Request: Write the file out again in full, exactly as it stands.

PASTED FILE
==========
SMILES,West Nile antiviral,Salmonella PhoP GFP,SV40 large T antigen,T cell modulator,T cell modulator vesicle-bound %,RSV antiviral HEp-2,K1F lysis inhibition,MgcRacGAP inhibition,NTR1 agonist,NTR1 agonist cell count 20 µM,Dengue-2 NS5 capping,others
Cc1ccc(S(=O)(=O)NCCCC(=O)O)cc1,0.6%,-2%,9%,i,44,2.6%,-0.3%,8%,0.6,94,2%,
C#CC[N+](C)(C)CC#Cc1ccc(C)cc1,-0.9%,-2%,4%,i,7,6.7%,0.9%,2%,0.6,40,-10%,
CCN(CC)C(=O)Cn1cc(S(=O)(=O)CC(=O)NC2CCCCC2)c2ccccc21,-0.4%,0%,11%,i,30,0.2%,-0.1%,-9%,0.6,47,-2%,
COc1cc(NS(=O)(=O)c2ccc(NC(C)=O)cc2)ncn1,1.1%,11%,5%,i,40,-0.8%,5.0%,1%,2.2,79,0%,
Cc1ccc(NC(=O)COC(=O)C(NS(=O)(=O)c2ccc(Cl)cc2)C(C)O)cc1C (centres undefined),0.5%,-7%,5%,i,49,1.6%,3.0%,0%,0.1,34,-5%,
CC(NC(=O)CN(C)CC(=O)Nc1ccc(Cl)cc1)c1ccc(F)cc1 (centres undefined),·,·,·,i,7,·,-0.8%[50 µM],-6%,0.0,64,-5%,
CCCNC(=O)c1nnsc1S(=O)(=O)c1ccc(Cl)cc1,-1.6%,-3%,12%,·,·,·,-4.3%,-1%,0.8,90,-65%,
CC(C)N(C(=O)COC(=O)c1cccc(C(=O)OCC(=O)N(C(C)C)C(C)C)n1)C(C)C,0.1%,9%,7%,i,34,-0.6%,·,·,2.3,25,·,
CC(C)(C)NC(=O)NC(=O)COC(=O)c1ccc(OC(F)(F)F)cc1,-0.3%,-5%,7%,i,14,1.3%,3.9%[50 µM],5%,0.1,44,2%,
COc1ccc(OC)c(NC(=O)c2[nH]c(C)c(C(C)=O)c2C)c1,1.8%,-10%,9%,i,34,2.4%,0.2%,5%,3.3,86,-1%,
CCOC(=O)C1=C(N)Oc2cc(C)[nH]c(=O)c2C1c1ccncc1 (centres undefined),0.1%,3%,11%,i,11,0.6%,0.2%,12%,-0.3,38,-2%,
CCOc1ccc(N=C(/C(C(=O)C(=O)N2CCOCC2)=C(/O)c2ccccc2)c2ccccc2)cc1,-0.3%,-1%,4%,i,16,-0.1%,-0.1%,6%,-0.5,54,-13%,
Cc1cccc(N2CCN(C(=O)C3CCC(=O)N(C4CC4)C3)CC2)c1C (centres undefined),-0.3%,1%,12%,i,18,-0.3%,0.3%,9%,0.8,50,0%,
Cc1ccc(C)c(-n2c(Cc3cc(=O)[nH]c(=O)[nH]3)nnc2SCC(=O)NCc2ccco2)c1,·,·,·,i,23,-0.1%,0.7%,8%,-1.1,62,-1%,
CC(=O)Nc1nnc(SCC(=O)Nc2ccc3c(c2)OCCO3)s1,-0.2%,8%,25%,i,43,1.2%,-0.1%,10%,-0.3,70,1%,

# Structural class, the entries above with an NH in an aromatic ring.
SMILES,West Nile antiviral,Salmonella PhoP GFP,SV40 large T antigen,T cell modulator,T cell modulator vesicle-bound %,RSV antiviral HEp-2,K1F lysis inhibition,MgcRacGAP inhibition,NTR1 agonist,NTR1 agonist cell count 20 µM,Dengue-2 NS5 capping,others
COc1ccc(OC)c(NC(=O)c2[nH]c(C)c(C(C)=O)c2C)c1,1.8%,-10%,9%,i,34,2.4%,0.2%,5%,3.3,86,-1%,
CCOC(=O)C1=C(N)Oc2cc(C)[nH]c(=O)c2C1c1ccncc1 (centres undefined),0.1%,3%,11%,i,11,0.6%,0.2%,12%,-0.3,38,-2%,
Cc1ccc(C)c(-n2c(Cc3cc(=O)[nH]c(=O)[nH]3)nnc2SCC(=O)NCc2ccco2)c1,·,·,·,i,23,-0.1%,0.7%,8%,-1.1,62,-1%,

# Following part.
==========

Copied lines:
SMILES,West Nile antiviral,Salmonella PhoP GFP,SV40 large T antigen,T cell modulator,T cell modulator vesicle-bound %,RSV antiviral HEp-2,K1F lysis inhibition,MgcRacGAP inhibition,NTR1 agonist,NTR1 agonist cell count 20 µM,Dengue-2 NS5 capping,others
Cc1ccc(S(=O)(=O)NCCCC(=O)O)cc1,0.6%,-2%,9%,i,44,2.6%,-0.3%,8%,0.6,94,2%,
C#CC[N+](C)(C)CC#Cc1ccc(C)cc1,-0.9%,-2%,4%,i,7,6.7%,0.9%,2%,0.6,40,-10%,
CCN(CC)C(=O)Cn1cc(S(=O)(=O)CC(=O)NC2CCCCC2)c2ccccc21,-0.4%,0%,11%,i,30,0.2%,-0.1%,-9%,0.6,47,-2%,
COc1cc(NS(=O)(=O)c2ccc(NC(C)=O)cc2)ncn1,1.1%,11%,5%,i,40,-0.8%,5.0%,1%,2.2,79,0%,
Cc1ccc(NC(=O)COC(=O)C(NS(=O)(=O)c2ccc(Cl)cc2)C(C)O)cc1C (centres undefined),0.5%,-7%,5%,i,49,1.6%,3.0%,0%,0.1,34,-5%,
CC(NC(=O)CN(C)CC(=O)Nc1ccc(Cl)cc1)c1ccc(F)cc1 (centres undefined),·,·,·,i,7,·,-0.8%[50 µM],-6%,0.0,64,-5%,
CCCNC(=O)c1nnsc1S(=O)(=O)c1ccc(Cl)cc1,-1.6%,-3%,12%,·,·,·,-4.3%,-1%,0.8,90,-65%,
CC(C)N(C(=O)COC(=O)c1cccc(C(=O)OCC(=O)N(C(C)C)C(C)C)n1)C(C)C,0.1%,9%,7%,i,34,-0.6%,·,·,2.3,25,·,
CC(C)(C)NC(=O)NC(=O)COC(=O)c1ccc(OC(F)(F)F)cc1,-0.3%,-5%,7%,i,14,1.3%,3.9%[50 µM],5%,0.1,44,2%,
COc1ccc(OC)c(NC(=O)c2[nH]c(C)c(C(C)=O)c2C)c1,1.8%,-10%,9%,i,34,2.4%,0.2%,5%,3.3,86,-1%,
CCOC(=O)C1=C(N)Oc2cc(C)[nH]c(=O)c2C1c1ccncc1 (centres undefined),0.1%,3%,11%,i,11,0.6%,0.2%,12%,-0.3,38,-2%,
CCOc1ccc(N=C(/C(C(=O)C(=O)N2CCOCC2)=C(/O)c2ccccc2)c2ccccc2)cc1,-0.3%,-1%,4%,i,16,-0.1%,-0.1%,6%,-0.5,54,-13%,
Cc1cccc(N2CCN(C(=O)C3CCC(=O)N(C4CC4)C3)CC2)c1C (centres undefined),-0.3%,1%,12%,i,18,-0.3%,0.3%,9%,0.8,50,0%,
Cc1ccc(C)c(-n2c(Cc3cc(=O)[nH]c(=O)[nH]3)nnc2SCC(=O)NCc2ccco2)c1,·,·,·,i,23,-0.1%,0.7%,8%,-1.1,62,-1%,
CC(=O)Nc1nnc(SCC(=O)Nc2ccc3c(c2)OCCO3)s1,-0.2%,8%,25%,i,43,1.2%,-0.1%,10%,-0.3,70,1%,

# Structural class, the entries above with an NH in an aromatic ring.
SMILES,West Nile antiviral,Salmonella PhoP GFP,SV40 large T antigen,T cell modulator,T cell modulator vesicle-bound %,RSV antiviral HEp-2,K1F lysis inhibition,MgcRacGAP inhibition,NTR1 agonist,NTR1 agonist cell count 20 µM,Dengue-2 NS5 capping,others
COc1ccc(OC)c(NC(=O)c2[nH]c(C)c(C(C)=O)c2C)c1,1.8%,-10%,9%,i,34,2.4%,0.2%,5%,3.3,86,-1%,
CCOC(=O)C1=C(N)Oc2cc(C)[nH]c(=O)c2C1c1ccncc1 (centres undefined),0.1%,3%,11%,i,11,0.6%,0.2%,12%,-0.3,38,-2%,
Cc1ccc(C)c(-n2c(Cc3cc(=O)[nH]c(=O)[nH]3)nnc2SCC(=O)NCc2ccco2)c1,·,·,·,i,23,-0.1%,0.7%,8%,-1.1,62,-1%,

# Following part.